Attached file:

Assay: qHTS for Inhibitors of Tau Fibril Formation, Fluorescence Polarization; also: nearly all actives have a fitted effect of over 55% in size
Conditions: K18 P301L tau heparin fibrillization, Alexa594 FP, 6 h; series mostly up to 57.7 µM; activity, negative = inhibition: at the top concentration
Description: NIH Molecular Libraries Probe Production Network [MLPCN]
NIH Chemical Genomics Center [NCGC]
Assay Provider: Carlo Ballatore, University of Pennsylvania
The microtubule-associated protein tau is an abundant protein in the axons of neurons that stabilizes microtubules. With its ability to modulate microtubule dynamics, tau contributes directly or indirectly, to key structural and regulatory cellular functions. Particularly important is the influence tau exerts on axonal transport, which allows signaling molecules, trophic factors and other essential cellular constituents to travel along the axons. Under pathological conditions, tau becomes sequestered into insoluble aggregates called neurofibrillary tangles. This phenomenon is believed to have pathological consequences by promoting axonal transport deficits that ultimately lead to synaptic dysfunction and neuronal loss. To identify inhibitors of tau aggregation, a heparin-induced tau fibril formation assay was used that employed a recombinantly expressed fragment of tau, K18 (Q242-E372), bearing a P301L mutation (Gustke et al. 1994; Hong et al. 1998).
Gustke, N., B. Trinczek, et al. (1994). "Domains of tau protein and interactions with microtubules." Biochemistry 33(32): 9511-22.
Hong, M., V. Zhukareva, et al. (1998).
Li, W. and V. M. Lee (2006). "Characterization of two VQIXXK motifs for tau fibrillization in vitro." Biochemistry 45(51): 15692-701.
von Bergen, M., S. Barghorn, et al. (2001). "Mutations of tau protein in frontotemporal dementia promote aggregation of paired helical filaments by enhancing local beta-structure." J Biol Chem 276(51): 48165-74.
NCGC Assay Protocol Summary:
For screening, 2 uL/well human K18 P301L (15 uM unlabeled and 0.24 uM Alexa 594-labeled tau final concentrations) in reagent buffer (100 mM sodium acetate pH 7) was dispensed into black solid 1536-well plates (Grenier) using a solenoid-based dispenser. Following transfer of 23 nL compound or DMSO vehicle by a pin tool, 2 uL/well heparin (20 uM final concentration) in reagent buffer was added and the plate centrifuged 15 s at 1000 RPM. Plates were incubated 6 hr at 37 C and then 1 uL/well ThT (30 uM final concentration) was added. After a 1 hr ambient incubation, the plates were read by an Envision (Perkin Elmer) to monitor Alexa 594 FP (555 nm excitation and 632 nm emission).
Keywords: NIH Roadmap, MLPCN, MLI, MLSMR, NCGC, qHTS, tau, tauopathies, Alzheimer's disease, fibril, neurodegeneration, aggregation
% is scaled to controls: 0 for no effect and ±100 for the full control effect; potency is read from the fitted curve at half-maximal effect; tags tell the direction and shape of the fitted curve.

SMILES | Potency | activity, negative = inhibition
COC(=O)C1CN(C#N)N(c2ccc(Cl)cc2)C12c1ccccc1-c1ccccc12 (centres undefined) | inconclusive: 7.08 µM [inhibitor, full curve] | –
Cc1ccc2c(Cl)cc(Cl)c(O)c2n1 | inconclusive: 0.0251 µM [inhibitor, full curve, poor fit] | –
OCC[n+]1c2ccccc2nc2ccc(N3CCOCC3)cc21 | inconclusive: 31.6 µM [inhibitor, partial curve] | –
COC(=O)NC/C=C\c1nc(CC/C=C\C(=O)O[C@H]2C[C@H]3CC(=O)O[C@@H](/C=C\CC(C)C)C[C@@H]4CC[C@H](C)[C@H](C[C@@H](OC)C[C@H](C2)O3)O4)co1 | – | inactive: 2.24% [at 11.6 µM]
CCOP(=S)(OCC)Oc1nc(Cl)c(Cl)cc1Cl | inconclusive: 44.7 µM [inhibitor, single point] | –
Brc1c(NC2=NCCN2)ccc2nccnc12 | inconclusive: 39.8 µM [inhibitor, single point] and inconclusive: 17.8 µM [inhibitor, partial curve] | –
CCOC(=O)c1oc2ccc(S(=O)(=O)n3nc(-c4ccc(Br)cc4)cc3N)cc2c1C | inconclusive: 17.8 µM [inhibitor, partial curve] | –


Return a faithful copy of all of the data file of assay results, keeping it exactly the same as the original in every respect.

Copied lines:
Assay: qHTS for Inhibitors of Tau Fibril Formation, Fluorescence Polarization; also: nearly all actives have a fitted effect of over 55% in size
Conditions: K18 P301L tau heparin fibrillization, Alexa594 FP, 6 h; series mostly up to 57.7 µM; activity, negative = inhibition: at the top concentration
Description: NIH Molecular Libraries Probe Production Network [MLPCN]
NIH Chemical Genomics Center [NCGC]
Assay Provider: Carlo Ballatore, University of Pennsylvania
The microtubule-associated protein tau is an abundant protein in the axons of neurons that stabilizes microtubules. With its ability to modulate microtubule dynamics, tau contributes directly or indirectly, to key structural and regulatory cellular functions. Particularly important is the influence tau exerts on axonal transport, which allows signaling molecules, trophic factors and other essential cellular constituents to travel along the axons. Under pathological conditions, tau becomes sequestered into insoluble aggregates called neurofibrillary tangles. This phenomenon is believed to have pathological consequences by promoting axonal transport deficits that ultimately lead to synaptic dysfunction and neuronal loss. To identify inhibitors of tau aggregation, a heparin-induced tau fibril formation assay was used that employed a recombinantly expressed fragment of tau, K18 (Q242-E372), bearing a P301L mutation (Gustke et al. 1994; Hong et al. 1998).
Gustke, N., B. Trinczek, et al. (1994). "Domains of tau protein and interactions with microtubules." Biochemistry 33(32): 9511-22.
Hong, M., V. Zhukareva, et al. (1998).
Li, W. and V. M. Lee (2006). "Characterization of two VQIXXK motifs for tau fibrillization in vitro." Biochemistry 45(51): 15692-701.
von Bergen, M., S. Barghorn, et al. (2001). "Mutations of tau protein in frontotemporal dementia promote aggregation of paired helical filaments by enhancing local beta-structure." J Biol Chem 276(51): 48165-74.
NCGC Assay Protocol Summary:
For screening, 2 uL/well human K18 P301L (15 uM unlabeled and 0.24 uM Alexa 594-labeled tau final concentrations) in reagent buffer (100 mM sodium acetate pH 7) was dispensed into black solid 1536-well plates (Grenier) using a solenoid-based dispenser. Following transfer of 23 nL compound or DMSO vehicle by a pin tool, 2 uL/well heparin (20 uM final concentration) in reagent buffer was added and the plate centrifuged 15 s at 1000 RPM. Plates were incubated 6 hr at 37 C and then 1 uL/well ThT (30 uM final concentration) was added. After a 1 hr ambient incubation, the plates were read by an Envision (Perkin Elmer) to monitor Alexa 594 FP (555 nm excitation and 632 nm emission).
Keywords: NIH Roadmap, MLPCN, MLI, MLSMR, NCGC, qHTS, tau, tauopathies, Alzheimer's disease, fibril, neurodegeneration, aggregation
% is scaled to controls: 0 for no effect and ±100 for the full control effect; potency is read from the fitted curve at half-maximal effect; tags tell the direction and shape of the fitted curve.

SMILES | Potency | activity, negative = inhibition
COC(=O)C1CN(C#N)N(c2ccc(Cl)cc2)C12c1ccccc1-c1ccccc12 (centres undefined) | inconclusive: 7.08 µM [inhibitor, full curve] | –
Cc1ccc2c(Cl)cc(Cl)c(O)c2n1 | inconclusive: 0.0251 µM [inhibitor, full curve, poor fit] | –
OCC[n+]1c2ccccc2nc2ccc(N3CCOCC3)cc21 | inconclusive: 31.6 µM [inhibitor, partial curve] | –
COC(=O)NC/C=C\c1nc(CC/C=C\C(=O)O[C@H]2C[C@H]3CC(=O)O[C@@H](/C=C\CC(C)C)C[C@@H]4CC[C@H](C)[C@H](C[C@@H](OC)C[C@H](C2)O3)O4)co1 | – | inactive: 2.24% [at 11.6 µM]
CCOP(=S)(OCC)Oc1nc(Cl)c(Cl)cc1Cl | inconclusive: 44.7 µM [inhibitor, single point] | –
Brc1c(NC2=NCCN2)ccc2nccnc12 | inconclusive: 39.8 µM [inhibitor, single point] and inconclusive: 17.8 µM [inhibitor, partial curve] | –
CCOC(=O)c1oc2ccc(S(=O)(=O)n3nc(-c4ccc(Br)cc4)cc3N)cc2c1C | inconclusive: 17.8 µM [inhibitor, partial curve] | –